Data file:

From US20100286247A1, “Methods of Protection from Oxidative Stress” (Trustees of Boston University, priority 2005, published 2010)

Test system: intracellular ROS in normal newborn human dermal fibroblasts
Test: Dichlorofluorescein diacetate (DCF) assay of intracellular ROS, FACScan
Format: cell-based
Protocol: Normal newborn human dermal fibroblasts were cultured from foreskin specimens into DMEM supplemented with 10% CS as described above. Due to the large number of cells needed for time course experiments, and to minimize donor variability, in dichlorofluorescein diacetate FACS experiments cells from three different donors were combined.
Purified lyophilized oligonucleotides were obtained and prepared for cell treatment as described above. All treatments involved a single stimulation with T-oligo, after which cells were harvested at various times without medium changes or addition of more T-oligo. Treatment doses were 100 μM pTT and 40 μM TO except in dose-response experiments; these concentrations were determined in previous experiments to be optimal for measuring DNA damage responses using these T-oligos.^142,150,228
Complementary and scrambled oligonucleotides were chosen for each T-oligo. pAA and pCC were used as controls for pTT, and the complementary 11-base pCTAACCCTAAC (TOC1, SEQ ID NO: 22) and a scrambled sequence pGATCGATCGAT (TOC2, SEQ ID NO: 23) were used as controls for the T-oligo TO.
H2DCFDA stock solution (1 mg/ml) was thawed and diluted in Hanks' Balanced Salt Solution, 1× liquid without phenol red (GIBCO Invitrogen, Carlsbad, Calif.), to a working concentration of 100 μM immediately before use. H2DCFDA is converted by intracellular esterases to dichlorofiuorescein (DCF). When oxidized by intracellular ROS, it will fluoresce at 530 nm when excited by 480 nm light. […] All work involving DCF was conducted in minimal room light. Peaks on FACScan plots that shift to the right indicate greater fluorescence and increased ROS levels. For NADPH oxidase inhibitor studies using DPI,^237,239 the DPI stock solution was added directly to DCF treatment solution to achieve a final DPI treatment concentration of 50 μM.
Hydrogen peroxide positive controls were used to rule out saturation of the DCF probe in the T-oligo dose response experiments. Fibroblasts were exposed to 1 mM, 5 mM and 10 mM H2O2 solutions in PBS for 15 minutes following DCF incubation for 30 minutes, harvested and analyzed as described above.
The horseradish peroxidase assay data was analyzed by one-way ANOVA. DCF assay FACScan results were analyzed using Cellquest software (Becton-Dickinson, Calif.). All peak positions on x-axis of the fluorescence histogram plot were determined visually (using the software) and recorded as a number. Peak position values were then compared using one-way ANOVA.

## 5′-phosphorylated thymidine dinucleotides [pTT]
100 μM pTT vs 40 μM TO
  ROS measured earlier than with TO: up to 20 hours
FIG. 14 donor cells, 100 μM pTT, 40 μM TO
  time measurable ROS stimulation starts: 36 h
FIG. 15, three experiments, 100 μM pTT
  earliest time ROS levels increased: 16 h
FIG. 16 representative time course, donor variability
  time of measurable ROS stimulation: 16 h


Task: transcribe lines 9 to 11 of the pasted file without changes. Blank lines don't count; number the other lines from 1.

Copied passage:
Hydrogen peroxide positive controls were used to rule out saturation of the DCF probe in the T-oligo dose response experiments. Fibroblasts were exposed to 1 mM, 5 mM and 10 mM H2O2 solutions in PBS for 15 minutes following DCF incubation for 30 minutes, harvested and analyzed as described above.
The horseradish peroxidase assay data was analyzed by one-way ANOVA. DCF assay FACScan results were analyzed using Cellquest software (Becton-Dickinson, Calif.). All peak positions on x-axis of the fluorescence histogram plot were determined visually (using the software) and recorded as a number. Peak position values were then compared using one-way ANOVA.

## 5′-phosphorylated thymidine dinucleotides [pTT]